Author(s): Petitto JM, McNamara RK, Gendreau PL, Huang Z, Jackson AJ
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Abstract Interleukin-2 (IL-2), the protypical T cell growth factor and immunoregulatory cytokine produced by lymphocytes, has been implicated as a brain neurotrophic factor and neuromodulator. The consequences of the absence of endogenous IL-2 on brain development and function were unknown. Brain IL-2 receptors are enriched in the hippocampal formation, an area critical for the acquisition and consolidation of spatial learning and memory. Thus, we tested the hypothesis that mice lacking IL-2 would exhibit alterations in hippocampal-dependent learning and neurodevelopment. Compared with C57BL/6-IL-2+/+ wild-type mice, we observed that C57BL/6-IL-2-/- gene knockout mice had markedly impaired spatial learning and memory in the Morris water maze. No significant deficits in parameters of learning and memory performance were found in severe combined immunodeficient (SCID) mice (C57BL/6scid), however, suggesting that the impaired spatial learning and memory exhibited by IL-2 knockout mice is not attributable to generalized immunodeficiency resulting from the absence of endogenous IL-2. Examination of other domains of behavioral performance showed that the IL-2 knockout and wildtype mice did not differ in measures of fearfulness or locomotor activity in an elevated plus maze, or in reflexive startle responses to auditory stimuli--although prepulse inhibition of acoustic startle (PPI) was increased significantly in IL-2 knockout mice. The spatial learning and memory impairment in IL-2 knockout mice was accompanied by reductions in hippocampal infrapyramidal mossy neuronal fiber length, a factor shown previously to correlate positively with spatial learning ability. These findings indicate that, in addition to being a pivotal cytokine in immune regulation, IL-2 may play a role in the development and regulation of brain neurons involved in spatial learning and memory.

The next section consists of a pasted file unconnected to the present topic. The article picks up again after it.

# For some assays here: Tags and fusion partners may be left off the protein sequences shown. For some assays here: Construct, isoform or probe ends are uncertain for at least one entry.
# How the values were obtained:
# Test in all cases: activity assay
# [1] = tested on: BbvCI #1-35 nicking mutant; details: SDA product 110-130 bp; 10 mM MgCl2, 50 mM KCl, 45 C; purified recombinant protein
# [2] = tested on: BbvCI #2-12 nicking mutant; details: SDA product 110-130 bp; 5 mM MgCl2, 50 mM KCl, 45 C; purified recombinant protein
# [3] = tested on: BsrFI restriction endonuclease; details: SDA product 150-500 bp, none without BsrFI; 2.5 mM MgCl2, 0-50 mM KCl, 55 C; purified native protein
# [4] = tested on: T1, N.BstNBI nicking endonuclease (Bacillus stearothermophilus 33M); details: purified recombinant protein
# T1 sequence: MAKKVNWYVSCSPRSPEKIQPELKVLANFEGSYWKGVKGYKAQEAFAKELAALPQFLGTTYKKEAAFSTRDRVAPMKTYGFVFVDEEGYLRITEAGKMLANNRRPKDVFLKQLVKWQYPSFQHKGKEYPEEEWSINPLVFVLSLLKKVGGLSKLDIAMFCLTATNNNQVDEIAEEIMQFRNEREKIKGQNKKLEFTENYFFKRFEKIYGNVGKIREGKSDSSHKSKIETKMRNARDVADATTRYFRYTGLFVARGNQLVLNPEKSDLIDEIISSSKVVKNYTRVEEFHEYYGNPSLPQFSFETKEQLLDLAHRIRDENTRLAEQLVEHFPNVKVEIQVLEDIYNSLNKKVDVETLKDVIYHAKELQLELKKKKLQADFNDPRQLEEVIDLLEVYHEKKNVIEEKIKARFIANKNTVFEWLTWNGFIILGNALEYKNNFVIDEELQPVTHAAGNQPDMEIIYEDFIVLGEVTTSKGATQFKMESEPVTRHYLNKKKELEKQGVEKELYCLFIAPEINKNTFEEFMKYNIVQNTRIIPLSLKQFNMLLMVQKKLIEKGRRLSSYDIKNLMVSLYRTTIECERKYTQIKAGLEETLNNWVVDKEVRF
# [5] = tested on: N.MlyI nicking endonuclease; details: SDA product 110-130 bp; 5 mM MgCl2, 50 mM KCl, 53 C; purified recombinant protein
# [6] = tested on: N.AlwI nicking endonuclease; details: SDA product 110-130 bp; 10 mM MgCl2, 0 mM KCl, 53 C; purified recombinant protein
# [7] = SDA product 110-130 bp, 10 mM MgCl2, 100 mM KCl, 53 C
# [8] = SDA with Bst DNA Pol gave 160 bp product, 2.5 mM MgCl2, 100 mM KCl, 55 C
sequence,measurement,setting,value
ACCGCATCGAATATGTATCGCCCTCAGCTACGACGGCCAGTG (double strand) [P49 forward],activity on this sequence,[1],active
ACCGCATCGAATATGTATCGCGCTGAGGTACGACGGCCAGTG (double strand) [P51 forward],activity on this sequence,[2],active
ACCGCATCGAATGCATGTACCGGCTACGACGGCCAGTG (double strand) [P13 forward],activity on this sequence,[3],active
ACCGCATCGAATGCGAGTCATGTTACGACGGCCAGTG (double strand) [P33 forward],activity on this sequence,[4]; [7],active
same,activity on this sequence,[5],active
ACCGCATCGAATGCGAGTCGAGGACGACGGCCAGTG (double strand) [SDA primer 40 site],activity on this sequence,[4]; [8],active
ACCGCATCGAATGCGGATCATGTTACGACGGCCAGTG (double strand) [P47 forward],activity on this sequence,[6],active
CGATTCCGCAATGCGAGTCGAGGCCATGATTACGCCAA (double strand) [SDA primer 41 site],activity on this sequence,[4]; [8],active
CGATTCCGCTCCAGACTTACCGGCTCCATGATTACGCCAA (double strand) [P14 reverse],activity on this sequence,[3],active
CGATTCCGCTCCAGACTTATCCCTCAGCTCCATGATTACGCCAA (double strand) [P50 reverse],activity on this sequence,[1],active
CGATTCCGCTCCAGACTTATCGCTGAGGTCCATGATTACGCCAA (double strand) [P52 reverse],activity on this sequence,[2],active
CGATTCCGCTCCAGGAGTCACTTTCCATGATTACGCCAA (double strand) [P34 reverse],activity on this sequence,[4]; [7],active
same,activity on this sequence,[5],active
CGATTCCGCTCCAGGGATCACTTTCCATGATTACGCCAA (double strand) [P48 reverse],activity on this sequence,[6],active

This article was published in J Neurosci Res
and referenced in Journal of Alzheimers Disease & Parkinsonism